there - I get many emails from people who are a little overwhelmed
with theory and harmony who say "I've been playing a good
long time but I still can't sound good playing over chord changes.
I just get stuck!"
There is a very simple answer to this and I pretty much tell everyone
the same thing. You must learn vocabulary! Too many people get
bogged down learning scales, modes and arpeggios. These things
are fine, trust me, you can't go wrong with them and the more
you know, the more you know, but they may not help you play through
chord changes. The reason is that nobody ever plays a scale from
root to root throughout a solo. Nobody plays an arpeggio from
top to toe as a solo for that matter. These things are fantastic
for you to get the sounds into your head. In order to play in
the key of G, we must know how the scale of G sounds and how those
scale notes relate to chords etc, but to simply practice a scale
up and down will never make you sound good in a solo situation.
then what the heck is vocabulary you ask? Well, it's everything
I'm going to show you in my video master class. I will show
you melodic lines ascending and descending in five positions,
you can use in a very practical sense. Yes they come from scales
and arpeggios but they are phrases you can utilize in many different
chordal situations. In other words, you are learning a language.
scales is a little like learning new words from a dictionary.
It's always good to know the definition of a word, but a clever
word on its own means nothing. Put 16 words together and you
have a phrase that means something. It's exactly the same in
jazz. A scale or arpeggio on its own means nothing. Arrange
those notes in a certain way and we now have a phrase, just
like in spoken language. And it is these phrases that we must
learning phrases again, is not the end either, because we must
be able to seamlessly tie different phrases together, just as
in spoken language. It must be seamless, so we can have a conversation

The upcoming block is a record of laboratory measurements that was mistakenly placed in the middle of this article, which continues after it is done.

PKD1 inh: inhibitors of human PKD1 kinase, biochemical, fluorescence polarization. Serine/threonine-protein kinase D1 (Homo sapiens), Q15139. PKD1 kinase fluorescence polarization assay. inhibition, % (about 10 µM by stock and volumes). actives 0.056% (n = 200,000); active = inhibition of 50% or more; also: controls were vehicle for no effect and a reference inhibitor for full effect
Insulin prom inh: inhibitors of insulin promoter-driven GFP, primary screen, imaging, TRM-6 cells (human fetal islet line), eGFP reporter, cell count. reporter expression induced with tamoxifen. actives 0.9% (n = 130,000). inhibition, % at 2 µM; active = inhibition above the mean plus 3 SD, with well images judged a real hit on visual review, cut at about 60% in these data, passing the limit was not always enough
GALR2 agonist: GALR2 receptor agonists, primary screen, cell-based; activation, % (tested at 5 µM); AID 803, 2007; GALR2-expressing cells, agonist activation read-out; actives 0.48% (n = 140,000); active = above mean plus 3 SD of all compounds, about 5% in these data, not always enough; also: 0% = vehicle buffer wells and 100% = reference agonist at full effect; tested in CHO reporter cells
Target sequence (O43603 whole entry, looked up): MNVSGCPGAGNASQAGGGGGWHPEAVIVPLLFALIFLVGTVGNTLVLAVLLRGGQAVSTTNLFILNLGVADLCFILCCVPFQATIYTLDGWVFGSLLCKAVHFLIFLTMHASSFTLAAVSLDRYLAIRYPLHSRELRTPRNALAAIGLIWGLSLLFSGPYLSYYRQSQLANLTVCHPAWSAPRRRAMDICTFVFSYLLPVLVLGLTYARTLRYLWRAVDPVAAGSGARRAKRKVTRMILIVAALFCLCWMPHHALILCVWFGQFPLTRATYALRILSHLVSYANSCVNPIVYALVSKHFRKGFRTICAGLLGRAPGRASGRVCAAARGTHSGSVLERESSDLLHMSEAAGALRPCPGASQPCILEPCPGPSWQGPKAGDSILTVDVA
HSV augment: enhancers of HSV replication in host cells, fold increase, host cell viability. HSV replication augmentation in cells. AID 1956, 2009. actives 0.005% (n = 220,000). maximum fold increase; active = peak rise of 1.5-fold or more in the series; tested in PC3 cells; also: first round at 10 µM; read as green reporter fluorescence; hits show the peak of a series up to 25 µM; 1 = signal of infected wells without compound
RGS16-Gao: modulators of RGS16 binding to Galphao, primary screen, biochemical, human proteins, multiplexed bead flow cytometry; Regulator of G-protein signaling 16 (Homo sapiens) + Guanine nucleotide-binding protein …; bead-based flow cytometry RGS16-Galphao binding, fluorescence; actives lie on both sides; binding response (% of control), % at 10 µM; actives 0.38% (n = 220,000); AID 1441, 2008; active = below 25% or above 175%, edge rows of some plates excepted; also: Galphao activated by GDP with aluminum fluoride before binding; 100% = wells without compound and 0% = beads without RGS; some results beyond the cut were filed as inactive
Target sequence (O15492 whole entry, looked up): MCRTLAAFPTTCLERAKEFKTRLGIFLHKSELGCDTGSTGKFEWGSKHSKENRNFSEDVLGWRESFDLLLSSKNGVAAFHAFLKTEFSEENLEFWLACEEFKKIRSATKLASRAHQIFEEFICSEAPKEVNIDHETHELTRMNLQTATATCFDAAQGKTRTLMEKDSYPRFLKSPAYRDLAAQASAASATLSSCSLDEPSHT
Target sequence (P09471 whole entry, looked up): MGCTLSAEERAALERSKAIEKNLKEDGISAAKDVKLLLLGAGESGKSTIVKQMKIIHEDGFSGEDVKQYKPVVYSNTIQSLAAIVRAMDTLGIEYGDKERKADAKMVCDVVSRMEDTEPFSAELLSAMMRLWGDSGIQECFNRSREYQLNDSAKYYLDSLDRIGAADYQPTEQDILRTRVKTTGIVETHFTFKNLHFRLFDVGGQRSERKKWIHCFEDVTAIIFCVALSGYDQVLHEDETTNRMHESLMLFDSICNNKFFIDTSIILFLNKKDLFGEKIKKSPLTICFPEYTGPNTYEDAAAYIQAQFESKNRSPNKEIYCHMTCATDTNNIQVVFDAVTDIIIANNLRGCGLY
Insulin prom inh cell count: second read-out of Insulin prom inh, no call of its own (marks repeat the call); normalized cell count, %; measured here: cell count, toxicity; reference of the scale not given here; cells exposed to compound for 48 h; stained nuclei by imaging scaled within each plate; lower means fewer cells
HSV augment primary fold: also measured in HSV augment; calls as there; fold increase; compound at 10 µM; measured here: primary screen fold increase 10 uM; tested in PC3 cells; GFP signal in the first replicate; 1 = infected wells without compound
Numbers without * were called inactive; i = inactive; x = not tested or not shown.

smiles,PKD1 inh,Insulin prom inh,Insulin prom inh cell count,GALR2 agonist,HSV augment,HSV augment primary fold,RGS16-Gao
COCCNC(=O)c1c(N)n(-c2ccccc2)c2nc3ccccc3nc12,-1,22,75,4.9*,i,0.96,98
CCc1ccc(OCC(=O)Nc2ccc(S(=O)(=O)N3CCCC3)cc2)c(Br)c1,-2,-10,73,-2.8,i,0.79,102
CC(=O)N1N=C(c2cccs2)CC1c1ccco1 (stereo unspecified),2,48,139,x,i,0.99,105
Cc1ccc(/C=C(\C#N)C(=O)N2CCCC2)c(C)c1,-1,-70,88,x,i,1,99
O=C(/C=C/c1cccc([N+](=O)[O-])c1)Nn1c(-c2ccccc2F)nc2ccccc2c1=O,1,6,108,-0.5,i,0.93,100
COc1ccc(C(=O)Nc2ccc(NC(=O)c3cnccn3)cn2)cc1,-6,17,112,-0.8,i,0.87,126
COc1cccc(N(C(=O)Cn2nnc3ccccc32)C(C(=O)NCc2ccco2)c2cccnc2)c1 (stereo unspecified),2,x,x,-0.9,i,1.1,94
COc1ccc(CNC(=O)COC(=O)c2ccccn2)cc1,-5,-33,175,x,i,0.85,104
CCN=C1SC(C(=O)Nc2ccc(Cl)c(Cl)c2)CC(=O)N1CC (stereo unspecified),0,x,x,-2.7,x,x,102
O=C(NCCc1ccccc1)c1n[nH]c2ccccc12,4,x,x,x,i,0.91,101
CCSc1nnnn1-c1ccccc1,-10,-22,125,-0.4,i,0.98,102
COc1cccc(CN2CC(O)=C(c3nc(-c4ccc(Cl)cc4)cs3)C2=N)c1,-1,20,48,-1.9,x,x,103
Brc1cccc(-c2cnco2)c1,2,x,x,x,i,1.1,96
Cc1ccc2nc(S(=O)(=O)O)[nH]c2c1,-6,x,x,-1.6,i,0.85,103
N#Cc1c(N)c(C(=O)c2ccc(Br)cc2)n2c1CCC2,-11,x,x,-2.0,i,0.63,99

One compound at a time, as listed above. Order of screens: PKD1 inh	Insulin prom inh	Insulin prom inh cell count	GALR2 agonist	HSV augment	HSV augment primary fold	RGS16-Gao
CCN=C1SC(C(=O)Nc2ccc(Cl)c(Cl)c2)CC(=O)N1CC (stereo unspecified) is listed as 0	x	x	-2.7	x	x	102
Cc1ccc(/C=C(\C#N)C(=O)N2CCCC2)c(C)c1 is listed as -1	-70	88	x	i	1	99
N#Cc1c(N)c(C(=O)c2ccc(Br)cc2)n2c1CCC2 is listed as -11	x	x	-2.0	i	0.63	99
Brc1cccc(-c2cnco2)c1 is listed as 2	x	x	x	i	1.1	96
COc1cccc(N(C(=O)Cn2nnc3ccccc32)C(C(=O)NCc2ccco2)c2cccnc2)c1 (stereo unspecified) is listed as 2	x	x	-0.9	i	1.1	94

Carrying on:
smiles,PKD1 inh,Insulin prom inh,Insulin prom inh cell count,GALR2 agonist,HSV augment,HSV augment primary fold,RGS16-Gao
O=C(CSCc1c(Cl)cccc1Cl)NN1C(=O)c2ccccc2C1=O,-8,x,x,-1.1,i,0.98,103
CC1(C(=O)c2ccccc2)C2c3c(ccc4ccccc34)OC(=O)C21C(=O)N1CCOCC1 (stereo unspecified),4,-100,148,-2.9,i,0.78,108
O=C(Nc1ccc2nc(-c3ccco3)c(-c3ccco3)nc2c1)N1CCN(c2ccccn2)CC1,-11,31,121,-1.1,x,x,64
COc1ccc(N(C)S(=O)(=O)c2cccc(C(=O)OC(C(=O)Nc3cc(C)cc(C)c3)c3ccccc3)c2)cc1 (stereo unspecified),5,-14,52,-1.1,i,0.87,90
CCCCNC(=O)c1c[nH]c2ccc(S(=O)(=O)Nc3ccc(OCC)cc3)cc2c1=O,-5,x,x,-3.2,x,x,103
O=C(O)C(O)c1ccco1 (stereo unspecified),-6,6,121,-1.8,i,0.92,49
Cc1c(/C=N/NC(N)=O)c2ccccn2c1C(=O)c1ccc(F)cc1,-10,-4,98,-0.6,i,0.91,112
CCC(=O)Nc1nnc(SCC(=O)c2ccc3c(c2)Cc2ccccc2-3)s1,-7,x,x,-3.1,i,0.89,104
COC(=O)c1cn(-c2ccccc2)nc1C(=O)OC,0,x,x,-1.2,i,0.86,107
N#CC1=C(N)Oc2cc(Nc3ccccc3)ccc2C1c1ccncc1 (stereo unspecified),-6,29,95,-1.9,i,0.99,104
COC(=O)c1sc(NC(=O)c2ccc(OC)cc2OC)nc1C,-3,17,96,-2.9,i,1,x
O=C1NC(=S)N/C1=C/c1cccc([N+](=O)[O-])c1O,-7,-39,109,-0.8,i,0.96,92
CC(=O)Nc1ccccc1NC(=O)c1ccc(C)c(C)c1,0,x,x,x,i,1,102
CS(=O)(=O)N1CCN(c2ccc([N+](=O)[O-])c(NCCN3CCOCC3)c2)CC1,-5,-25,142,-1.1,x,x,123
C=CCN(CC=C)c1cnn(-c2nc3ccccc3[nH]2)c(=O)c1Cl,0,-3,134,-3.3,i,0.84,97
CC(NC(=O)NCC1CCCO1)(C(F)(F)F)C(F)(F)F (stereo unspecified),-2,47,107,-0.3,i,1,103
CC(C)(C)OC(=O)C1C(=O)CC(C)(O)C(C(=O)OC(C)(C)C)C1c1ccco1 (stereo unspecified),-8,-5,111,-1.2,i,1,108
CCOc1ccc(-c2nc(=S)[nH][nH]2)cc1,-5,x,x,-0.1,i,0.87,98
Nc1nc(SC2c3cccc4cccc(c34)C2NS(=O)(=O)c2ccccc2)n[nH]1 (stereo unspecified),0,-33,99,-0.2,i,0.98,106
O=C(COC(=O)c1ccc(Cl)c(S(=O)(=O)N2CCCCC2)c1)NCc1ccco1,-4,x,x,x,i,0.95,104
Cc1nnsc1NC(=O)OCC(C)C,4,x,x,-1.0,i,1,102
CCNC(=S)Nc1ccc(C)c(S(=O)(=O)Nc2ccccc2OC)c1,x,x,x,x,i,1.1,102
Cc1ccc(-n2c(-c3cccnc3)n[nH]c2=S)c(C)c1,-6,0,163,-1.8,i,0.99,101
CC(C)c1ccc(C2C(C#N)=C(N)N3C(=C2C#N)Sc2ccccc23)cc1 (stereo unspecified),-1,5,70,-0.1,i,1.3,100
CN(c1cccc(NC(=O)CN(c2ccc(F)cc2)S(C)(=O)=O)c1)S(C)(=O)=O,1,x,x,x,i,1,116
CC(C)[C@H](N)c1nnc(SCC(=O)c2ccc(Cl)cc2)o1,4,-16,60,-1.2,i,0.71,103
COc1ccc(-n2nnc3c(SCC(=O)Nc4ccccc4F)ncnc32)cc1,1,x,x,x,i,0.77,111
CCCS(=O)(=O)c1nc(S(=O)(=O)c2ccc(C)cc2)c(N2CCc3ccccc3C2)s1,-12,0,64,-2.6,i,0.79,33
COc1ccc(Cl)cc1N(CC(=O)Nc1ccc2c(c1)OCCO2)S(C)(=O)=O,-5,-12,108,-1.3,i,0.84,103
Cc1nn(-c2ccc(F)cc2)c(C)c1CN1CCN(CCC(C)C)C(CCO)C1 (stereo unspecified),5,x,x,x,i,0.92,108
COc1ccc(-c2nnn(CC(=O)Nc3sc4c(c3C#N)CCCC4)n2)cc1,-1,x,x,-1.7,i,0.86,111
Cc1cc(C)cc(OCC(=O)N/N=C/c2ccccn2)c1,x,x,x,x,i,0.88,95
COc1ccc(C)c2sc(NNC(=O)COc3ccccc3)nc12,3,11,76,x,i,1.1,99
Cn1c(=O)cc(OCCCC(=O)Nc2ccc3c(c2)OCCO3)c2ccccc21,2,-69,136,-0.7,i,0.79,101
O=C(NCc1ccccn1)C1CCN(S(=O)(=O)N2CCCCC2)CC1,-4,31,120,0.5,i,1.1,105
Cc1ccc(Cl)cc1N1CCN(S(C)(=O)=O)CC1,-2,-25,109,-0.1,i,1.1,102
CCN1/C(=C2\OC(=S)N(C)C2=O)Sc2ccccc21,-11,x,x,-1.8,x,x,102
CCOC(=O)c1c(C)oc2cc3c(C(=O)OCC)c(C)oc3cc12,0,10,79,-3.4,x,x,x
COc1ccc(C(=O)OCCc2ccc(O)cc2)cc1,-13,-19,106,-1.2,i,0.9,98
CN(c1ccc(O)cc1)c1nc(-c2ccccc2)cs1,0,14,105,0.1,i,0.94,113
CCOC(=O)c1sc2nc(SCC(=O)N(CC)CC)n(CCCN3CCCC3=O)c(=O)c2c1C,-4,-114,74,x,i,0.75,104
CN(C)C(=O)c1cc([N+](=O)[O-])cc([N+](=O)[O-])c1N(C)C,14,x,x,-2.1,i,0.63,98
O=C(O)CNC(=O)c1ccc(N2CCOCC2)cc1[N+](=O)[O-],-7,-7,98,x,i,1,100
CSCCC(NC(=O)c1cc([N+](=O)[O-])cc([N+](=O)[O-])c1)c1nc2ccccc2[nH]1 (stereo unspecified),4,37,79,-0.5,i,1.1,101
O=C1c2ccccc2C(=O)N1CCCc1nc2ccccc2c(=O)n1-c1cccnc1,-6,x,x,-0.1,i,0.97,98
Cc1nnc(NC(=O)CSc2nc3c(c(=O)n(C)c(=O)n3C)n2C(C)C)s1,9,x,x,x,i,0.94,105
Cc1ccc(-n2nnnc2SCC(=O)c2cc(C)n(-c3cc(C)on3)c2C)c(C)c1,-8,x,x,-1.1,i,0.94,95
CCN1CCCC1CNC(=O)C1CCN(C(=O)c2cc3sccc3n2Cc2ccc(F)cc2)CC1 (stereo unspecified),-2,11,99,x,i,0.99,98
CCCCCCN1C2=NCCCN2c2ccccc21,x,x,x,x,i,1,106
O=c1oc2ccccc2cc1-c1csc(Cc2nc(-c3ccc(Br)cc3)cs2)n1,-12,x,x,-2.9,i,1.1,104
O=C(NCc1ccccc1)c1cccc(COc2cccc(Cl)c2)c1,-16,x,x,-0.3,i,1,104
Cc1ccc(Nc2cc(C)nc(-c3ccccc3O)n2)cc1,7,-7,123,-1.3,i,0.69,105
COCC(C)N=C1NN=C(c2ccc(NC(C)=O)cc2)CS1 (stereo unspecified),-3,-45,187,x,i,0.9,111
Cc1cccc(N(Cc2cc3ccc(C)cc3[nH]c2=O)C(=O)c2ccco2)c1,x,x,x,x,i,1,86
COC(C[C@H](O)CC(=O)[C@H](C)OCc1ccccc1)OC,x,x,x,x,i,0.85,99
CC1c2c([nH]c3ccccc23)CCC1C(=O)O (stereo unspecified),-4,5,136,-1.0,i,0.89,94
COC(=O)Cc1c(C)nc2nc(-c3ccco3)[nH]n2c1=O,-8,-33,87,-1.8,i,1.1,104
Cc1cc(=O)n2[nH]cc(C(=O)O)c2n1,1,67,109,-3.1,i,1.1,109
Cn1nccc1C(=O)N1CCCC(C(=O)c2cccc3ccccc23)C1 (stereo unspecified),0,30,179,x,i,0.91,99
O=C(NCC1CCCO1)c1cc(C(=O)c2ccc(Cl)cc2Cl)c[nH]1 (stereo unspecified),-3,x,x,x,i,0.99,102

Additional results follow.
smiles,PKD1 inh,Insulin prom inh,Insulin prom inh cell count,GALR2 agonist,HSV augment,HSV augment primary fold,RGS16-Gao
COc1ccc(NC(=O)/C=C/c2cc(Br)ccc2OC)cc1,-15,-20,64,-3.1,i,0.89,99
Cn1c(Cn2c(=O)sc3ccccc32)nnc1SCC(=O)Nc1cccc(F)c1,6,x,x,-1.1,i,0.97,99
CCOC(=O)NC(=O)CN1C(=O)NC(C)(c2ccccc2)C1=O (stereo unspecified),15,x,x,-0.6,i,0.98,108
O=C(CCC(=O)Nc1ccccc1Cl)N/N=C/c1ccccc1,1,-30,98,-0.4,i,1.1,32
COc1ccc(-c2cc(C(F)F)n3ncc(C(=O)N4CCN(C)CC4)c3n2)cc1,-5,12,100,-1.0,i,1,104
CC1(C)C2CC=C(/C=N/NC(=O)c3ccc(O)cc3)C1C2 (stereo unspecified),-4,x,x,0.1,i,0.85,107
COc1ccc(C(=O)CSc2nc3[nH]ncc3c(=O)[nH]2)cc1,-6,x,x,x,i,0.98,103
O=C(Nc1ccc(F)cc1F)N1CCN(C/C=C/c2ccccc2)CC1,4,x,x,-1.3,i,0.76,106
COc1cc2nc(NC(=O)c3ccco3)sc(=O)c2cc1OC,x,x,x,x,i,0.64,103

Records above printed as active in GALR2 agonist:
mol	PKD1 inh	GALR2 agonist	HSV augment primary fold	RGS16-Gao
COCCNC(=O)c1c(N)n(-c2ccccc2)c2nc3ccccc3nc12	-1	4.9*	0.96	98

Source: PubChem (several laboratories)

the question now becomes, "how can we seamlessly tie phrases
together without it sounding like we are simply pulling phrases
out of a hat. How can we sound conversational? In other words,
how can we become fluent improvisers?"
this is what we will discuss in depth.
are three resources that we need to draw from in order to really
tie phrases together and effortlessly be able to play music
over chord changes.
Vertical phrases, shapes and patterns
2) Horizontal scale movement
3) Visualizing chord tones and associating scale notes with
must continue to build a growing library of things to draw from.
To do this you must devour transcribed solos, and just as importantly,
transcribe solos yourself that peak your interest.
talk extensively about horizontal movement in my 'Play
What You Hear' program and you may be very familiar with
this if you are working through that course. Playing scales
horizontally on individual strings gets us out of the rut of
clichés. Now as I have mentioned, patterns are great,
and we are learning plenty, but you must be able to transition
between them fluently, and horizontal movement on individual
strings can help us do that. It can get us from point A to point
being able to visualize very clearly the chords we are playing
over the fretboard is extremely important. Not only that, being
able to associate scale notes and chord tones, in a visual sense,
relating them to any given chord at any one time will allow
us to target strong notes, and just as importantly, help us
avoid bad ones and perish the thought, wrong ones.
in this lesson I want to talk about how we might adopt new vocabulary
to our existing vocabulary. What I would also like to emphasize
is that we can say a great deal with very little. We don't need
to have a lifetime's supply of licks in order to say something
heartfelt, or even clever. The ticket is to deliver what you
know with passion and conviction. So let's jump in here and
look at some examples
this first example we are going to look at two phrases and seamlessly
work them together so they sound like one phrase.